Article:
WSPI-2012-03: Shantu and Bantu – Short Story for Children
This short story is participating in Write Story from Picture India 2012 – Short Story Writing Competition.
Shantu and Bantu were two naughty, little monsters. Although they were very young, they were blessed with many magical powers. They could fly, they could disappear, they could throw water and fire from their mouths… they could even disguise as anybody. They enjoyed troubling others and because of their magical power they became very dire to poor villagers.
They set Kaliya Pehalwaan’s field on fire – poor Kaliya, his whole crops burnt to ash. On other day when Chutaki’s elder sister was marrying, these monsters ate all the food prepared for marriage party – entire village had to contribute in cooking within no time to arrange food for guests. It caused lot of embarrassment to Chutaki’s father – Bhola, the potter. On annual puja’s day, they tied both priests in basement of temple, and disguised as priests. When villagers brought prasadam to offer to deity, these monsters ate all the prasadam and started laughing loudly by growing themselves bigger and bigger. People got scared and started running here and there. It caused stampede and many children and women got seriously injured. Whole village was very sad because of Shantu and Bantu. It was too difficult for villagers to catch these two little monsters as the monsters had many magical powers.
One day a Sadhu Baba came in village. He found this once beautiful village to be now ruined and everyone was very sad. When he asked the reason, little Chutaki told mischievous behaviours of Shantu and Bantu – the littler naughty monsters. Sadhu Baba took out flour from his small rugged bag and chanted mantras,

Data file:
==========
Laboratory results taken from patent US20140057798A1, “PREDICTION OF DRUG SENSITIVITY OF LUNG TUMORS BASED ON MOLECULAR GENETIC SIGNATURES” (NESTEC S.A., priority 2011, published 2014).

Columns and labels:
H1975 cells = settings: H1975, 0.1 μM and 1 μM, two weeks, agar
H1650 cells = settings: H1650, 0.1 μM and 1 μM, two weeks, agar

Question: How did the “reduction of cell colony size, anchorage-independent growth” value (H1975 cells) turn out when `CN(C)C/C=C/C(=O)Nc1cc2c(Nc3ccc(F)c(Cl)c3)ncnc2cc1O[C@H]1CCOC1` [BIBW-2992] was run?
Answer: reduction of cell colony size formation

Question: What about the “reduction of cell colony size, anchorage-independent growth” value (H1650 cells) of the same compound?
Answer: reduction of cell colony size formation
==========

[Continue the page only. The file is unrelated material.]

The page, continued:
“Gudu… gudu… chipu… chipu… sat.. phat… chipak”.
Moment he finished chanting mantras there was lighting and powder flour tuned moulded. He told to villagers,
“Now this flour is magical and it can stick to monsters to freeze them forever. You need to make them enter in a pot first and then cover opening of the vessel by this moulded magical flour.”
There was a big murmuring. None wanted to face mighty monsters – it was life threatening work. Fifteen minutes got over but none came forward. Suddenly Chutaki stood up and almost announced softly but very confidently,
“If you all allow me, I shall do it. I know how to make them enter in a pot.”
Her father Bhola the potter immediately said “Are you mad? When powerful Kaliya Pehalwaan could not do anything against Shantu and Bantu, what can you, a little girl, can do?”
Chutaki replied, “Sadhu Baba magical flour and your blessing will help me.”
And then she told everyone her plan. Now villagers seemed to be convinced a little. Sadhu Baba appreciated her intelligent thinking and gave the magical moulded flour to Chutaki, “God bless you my child!”
That evening Chutaki was preparing very tasty Laddus with help of neighbour Radha aunt. They together prepared more than hundred boondi laddus and kept in newly made two clay pots. Sweet aroma of besan, sugar and ghee spread in whole environment. It also reached to a deserted ruin of a palace where Shantu and Bantu lived. Shantu told Bantu,
“Bantu, let’s go to village… I smell Laddus” Shantu was unable to control already coming water in his mouth.
Bantu followed him, “We shall divide fifty-fifty. Last time in Chutaki’s sister marriage, you ate all sweets and left only spicy curry to me… ”
Very soon they reached to Chutaki’s house, tracing the delicious smell of laddus. They used magical power to see in night. They scanned Chutaki’s kitchen.
“Here they are… in pots. It is already fifty fifty, equally divided in two pots.” said Bantu and inserted his face in pot to grab a laddu in his mouth. Due to excessive greed, Shantu’s long tongue came out. He also inserted his face in pot. Then waiting Chutaki took magical moulded flour in her both hands and stuck it on the pots. Moment magical flour touched monsters’ heads they froze and became white like flour.
Next day whole village came to congratulate Chutaki, and to see Shantu and Bantu. Chutaki took colours from his father and painted frozen, white faces of Shantu and Bantu – Bantu with Laddu in his mouth while Shantu keeping his long greedy tongue out. She kept their faces on pots for good exhibition.